Are you connected with the community you cover? That may be hard to answer honestly. Sort of like asking, "Are you nuts?" You may not be the best authority on that. But it's likely that you could use some improvement. On the connection thing, I mean.

Philadelphia Daily News journalist-columnist-blogger Will Bunch spells it out in an AJR piece titled "Disconnected:" "I myself was a poster child for the newsroom gypsy that [Jim] Batten was decrying." He describes a "lack of connectedness" at the rival Inquirer that "was surely a factor" in the Inky's loss of more than one-third of its readers since the 1980s, and his personal and sometimes painful journey away from journalistic detachment that he accomplished through his blog, Attytood.

It reminds me of the journey taken by Mary Lou Montgomery, editor of the tiny Hannibal Courier-Post, which I described last year in a post titled "Live newspapers and dead deer."

With the best of intentions and concerns about ethics and standards, we've built walls between journalism and the people and places we write about. America's newspapers were founded by activists, boosters and community-builders. The institutions they built had hearts and souls that over the years have been lost, forgotten, or just thrown away.

This problem is not peculiar to America. Simon Jones, a former newspaper editor who's gone over to government work in a London borough, writes in the Press Gazette that "The very best papers want to be at the heart of their community and are produced by people who understand the area."

But he also describes many regional and local papers as "afterthoughts, poorly produced by undervalued, disillusioned sub-editors in centralised “pods” where the only relationship to the area they are serving is through a worn-out A-Z."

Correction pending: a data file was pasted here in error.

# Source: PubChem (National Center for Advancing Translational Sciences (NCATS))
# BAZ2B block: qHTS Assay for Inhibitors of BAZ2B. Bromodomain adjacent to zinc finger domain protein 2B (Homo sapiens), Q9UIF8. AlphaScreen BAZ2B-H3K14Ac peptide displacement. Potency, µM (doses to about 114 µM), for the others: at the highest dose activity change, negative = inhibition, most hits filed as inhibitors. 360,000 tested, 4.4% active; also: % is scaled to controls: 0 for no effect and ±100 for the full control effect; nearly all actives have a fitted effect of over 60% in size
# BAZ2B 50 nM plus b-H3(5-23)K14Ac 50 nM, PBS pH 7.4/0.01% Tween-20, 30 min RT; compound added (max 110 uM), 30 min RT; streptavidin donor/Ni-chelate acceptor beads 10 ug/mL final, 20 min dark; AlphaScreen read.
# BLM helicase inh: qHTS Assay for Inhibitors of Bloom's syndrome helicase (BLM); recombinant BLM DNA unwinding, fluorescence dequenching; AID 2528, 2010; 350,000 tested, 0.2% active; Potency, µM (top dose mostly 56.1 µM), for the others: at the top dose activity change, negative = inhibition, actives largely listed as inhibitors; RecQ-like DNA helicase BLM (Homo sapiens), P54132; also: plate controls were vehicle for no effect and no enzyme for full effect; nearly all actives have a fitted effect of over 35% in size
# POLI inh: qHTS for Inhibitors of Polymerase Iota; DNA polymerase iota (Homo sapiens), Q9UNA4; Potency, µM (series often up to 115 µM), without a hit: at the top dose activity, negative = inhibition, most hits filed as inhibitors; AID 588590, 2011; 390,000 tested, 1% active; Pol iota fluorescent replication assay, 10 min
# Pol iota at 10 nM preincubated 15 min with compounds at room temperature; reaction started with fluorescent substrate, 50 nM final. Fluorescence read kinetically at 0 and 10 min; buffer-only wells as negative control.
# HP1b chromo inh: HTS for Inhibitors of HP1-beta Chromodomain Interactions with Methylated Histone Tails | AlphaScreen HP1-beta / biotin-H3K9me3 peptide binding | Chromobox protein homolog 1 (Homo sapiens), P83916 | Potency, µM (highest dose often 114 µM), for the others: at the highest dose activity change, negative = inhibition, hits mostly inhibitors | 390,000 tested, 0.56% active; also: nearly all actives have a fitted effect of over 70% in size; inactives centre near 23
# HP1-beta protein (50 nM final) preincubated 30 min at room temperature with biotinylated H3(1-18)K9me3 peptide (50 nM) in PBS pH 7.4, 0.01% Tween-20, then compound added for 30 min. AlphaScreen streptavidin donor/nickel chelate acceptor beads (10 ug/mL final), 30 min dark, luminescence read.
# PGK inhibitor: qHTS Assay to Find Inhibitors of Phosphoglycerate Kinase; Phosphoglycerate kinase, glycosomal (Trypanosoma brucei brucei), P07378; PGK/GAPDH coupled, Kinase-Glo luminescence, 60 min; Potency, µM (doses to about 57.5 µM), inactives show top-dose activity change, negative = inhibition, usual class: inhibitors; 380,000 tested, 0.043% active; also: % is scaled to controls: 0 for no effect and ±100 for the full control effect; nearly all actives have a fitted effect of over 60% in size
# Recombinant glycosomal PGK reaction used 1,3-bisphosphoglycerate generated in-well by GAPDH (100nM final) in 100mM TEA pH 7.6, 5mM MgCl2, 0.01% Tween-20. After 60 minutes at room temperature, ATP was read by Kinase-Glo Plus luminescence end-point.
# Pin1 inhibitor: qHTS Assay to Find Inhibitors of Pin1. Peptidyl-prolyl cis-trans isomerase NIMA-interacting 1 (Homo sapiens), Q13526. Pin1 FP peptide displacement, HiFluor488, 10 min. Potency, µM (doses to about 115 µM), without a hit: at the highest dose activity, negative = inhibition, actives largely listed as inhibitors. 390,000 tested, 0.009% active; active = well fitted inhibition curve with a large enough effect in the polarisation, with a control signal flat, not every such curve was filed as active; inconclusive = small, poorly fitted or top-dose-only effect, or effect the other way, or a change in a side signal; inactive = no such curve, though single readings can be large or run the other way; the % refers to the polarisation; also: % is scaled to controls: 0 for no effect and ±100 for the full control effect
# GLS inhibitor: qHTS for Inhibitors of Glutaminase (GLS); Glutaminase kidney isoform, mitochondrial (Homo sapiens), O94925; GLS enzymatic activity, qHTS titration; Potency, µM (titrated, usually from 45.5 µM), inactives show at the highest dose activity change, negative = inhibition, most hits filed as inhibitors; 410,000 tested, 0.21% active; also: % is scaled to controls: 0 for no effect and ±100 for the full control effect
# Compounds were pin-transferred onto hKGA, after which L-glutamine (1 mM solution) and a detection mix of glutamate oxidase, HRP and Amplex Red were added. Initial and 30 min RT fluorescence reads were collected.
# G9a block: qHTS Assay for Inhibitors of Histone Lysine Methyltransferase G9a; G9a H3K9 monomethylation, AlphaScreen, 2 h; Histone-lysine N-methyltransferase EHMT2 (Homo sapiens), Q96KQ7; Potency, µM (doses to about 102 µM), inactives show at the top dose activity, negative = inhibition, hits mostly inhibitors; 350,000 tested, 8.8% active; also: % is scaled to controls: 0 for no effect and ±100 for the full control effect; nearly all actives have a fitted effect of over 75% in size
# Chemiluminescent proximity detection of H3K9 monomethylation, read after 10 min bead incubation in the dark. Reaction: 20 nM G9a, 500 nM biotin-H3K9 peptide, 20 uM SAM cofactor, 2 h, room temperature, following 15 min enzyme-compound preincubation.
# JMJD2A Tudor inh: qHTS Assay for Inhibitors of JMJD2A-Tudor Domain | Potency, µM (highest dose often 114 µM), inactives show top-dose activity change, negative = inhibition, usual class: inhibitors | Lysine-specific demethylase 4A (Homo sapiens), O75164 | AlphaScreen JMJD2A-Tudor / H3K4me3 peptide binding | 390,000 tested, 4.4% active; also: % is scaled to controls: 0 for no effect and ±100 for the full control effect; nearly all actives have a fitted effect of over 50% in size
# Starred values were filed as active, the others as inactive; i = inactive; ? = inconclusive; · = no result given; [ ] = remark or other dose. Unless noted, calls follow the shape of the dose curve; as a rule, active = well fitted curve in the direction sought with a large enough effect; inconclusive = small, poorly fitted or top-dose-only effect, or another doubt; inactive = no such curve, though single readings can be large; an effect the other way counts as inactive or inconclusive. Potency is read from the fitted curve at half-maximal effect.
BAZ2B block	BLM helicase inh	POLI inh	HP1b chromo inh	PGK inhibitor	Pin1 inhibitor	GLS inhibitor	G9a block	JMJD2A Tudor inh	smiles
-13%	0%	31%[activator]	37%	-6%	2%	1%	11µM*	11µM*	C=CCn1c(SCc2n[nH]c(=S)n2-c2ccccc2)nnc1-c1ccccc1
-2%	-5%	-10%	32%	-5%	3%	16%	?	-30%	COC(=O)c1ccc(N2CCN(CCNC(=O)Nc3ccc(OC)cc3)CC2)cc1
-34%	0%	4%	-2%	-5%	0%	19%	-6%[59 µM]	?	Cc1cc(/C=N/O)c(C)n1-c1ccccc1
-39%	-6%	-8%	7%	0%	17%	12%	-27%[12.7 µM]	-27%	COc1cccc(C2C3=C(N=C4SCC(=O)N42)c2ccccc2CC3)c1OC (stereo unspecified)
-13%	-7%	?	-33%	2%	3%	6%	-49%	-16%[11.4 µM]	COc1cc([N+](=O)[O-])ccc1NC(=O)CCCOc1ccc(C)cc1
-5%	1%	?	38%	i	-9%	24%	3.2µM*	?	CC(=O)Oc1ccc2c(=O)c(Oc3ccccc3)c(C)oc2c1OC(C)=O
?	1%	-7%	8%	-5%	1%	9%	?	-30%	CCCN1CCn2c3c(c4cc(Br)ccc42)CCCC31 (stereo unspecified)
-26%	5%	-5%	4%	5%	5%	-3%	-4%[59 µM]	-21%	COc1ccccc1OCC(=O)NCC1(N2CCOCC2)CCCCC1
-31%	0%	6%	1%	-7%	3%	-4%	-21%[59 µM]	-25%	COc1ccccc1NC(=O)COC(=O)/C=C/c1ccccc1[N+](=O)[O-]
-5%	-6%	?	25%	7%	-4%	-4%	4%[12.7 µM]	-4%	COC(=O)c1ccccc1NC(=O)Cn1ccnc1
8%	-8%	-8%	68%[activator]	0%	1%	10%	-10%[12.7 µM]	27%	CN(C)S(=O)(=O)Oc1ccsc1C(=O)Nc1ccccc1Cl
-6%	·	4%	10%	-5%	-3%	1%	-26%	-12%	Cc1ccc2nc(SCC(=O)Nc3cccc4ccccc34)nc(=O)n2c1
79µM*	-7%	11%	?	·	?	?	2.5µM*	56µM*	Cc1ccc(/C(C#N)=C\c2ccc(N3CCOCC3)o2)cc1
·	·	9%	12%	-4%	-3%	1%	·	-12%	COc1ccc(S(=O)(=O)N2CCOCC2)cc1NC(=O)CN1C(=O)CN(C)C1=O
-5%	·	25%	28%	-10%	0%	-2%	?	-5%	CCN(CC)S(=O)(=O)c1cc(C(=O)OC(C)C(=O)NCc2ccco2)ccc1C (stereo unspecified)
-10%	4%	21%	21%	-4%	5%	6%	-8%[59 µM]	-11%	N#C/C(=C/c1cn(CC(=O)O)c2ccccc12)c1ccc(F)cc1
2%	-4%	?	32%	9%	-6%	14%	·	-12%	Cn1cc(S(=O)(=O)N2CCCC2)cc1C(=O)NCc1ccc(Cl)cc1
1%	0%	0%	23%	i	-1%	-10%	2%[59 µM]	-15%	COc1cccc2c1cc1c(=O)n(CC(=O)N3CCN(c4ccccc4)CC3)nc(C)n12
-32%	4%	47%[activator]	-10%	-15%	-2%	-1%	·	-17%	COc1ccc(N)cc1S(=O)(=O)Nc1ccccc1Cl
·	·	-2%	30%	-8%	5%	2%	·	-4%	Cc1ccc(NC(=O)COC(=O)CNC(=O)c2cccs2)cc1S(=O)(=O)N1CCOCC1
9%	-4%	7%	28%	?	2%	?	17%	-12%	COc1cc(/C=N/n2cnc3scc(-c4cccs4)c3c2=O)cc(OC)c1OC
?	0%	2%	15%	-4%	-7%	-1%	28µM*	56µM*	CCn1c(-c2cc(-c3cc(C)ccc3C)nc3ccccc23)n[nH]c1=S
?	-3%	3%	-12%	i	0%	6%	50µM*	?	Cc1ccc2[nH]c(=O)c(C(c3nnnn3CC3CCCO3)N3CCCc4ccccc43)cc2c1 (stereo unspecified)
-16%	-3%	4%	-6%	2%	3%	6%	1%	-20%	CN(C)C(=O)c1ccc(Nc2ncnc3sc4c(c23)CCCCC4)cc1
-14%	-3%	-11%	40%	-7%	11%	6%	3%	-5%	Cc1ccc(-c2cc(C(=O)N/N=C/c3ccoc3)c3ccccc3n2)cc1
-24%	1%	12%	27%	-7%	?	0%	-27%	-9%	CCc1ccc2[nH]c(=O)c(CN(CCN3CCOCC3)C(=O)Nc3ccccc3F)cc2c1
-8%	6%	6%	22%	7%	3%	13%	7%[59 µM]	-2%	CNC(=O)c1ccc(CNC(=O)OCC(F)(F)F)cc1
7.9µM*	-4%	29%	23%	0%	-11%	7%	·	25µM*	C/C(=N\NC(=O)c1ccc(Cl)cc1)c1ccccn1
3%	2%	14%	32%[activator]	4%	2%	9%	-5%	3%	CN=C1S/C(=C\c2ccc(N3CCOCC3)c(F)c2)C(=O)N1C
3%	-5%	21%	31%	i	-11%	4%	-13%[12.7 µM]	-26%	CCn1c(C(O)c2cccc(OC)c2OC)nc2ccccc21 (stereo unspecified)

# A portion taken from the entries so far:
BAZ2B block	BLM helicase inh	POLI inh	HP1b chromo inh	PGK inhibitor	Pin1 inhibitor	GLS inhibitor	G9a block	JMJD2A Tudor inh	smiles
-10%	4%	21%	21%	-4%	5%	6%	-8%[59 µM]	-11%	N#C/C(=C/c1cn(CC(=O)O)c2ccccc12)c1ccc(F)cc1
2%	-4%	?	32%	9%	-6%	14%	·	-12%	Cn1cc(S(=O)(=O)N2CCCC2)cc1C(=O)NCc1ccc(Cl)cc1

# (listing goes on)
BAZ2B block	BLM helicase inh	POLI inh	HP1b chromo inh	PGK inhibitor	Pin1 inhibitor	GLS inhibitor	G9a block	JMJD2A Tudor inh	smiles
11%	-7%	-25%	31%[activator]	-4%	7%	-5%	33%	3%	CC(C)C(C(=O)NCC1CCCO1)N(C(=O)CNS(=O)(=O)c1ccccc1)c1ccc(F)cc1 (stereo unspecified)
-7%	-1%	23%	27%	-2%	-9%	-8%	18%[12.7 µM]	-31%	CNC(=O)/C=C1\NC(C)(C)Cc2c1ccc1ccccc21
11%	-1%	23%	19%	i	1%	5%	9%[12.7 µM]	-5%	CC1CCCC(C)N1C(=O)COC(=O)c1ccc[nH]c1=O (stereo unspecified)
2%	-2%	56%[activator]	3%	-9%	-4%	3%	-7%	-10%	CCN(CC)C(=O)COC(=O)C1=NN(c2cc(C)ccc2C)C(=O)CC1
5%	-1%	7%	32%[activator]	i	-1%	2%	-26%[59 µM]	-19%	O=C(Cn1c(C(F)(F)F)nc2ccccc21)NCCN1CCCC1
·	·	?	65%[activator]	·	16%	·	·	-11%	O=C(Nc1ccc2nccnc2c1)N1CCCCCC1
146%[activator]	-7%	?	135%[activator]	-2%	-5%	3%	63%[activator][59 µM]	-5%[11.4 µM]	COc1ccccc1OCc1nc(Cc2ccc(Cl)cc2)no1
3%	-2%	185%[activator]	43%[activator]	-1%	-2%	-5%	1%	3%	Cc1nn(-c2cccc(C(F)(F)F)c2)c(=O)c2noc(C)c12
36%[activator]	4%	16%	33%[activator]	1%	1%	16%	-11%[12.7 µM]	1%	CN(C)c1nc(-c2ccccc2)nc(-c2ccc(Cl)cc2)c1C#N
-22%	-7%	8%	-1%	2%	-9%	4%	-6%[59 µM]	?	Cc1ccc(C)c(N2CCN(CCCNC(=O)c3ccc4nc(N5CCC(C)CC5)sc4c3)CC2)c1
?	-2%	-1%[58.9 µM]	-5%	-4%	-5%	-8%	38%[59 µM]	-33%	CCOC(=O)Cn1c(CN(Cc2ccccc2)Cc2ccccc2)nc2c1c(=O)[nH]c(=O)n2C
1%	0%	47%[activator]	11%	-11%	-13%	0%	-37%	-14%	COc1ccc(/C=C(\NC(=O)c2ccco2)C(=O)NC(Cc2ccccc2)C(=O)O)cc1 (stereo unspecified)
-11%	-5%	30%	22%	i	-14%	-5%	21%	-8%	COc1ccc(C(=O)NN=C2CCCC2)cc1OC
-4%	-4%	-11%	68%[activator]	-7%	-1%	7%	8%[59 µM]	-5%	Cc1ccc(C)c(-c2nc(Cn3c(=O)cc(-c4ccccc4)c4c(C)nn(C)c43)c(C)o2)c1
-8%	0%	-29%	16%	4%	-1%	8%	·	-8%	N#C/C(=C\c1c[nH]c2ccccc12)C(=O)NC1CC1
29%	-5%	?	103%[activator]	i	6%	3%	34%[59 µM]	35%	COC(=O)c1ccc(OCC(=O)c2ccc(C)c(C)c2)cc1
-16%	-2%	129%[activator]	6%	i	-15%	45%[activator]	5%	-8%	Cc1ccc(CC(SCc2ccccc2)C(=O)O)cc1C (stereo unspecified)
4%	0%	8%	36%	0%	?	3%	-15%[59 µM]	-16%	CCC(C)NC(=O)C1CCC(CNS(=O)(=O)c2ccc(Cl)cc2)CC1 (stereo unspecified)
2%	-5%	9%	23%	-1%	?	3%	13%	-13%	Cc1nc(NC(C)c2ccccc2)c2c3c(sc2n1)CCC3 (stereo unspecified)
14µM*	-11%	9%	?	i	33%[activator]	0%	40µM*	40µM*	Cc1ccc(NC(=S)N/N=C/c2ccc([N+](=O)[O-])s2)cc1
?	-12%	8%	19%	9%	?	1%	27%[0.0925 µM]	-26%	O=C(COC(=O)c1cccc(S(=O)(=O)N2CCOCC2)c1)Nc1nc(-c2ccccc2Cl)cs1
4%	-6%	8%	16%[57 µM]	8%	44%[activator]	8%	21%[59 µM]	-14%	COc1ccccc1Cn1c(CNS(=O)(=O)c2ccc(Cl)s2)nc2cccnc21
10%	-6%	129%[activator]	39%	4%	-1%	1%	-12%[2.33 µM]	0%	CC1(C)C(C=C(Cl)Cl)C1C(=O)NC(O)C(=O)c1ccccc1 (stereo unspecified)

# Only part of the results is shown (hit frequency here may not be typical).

That's led local government councils to produce their own newspapers, something that's not likely to happen in America. Reflecting a community-building mission, these papers seek to "ensure that residents are not disconnected from what is happening in their neighbourhoods" and "have an underlining obligation to promote community groups, businesses, charities, local sport and the arts."

Bluffton Today, our lowcountry South Carolina project, has gotten a lot of attention for its focus on community blogging, but its greatest success has been in print readership. The reason seems to be that community voice, community interactions and community building are deeply embedded as newsroom priorities. Participating in the Web conversation is just one of many ways it's done.

Awhile back we conducted some market research in several communities, part of a NewspaperNext-inspired effort to identify poorly met needs. We applied the same research techniques to both external and groups -- including customer service reps and journalists. Across the board, the largest gaps were between the responses from community members and those from journalists. CSRs were much closer to the community.

The exception was Bluffton. The process of participative listening -- both on the Web and in person -- really works. We're not stuck in a world where newsroom culture constitutes a barrier to success. We're not doomed to be disconnected.


Yes. This is the lens through which newspapers' online enterprise ought to be viewed. The right question for journalists to ask is not "Do I feel connected to the community?" but rather, "Do most people out there in the community feel connected to me?"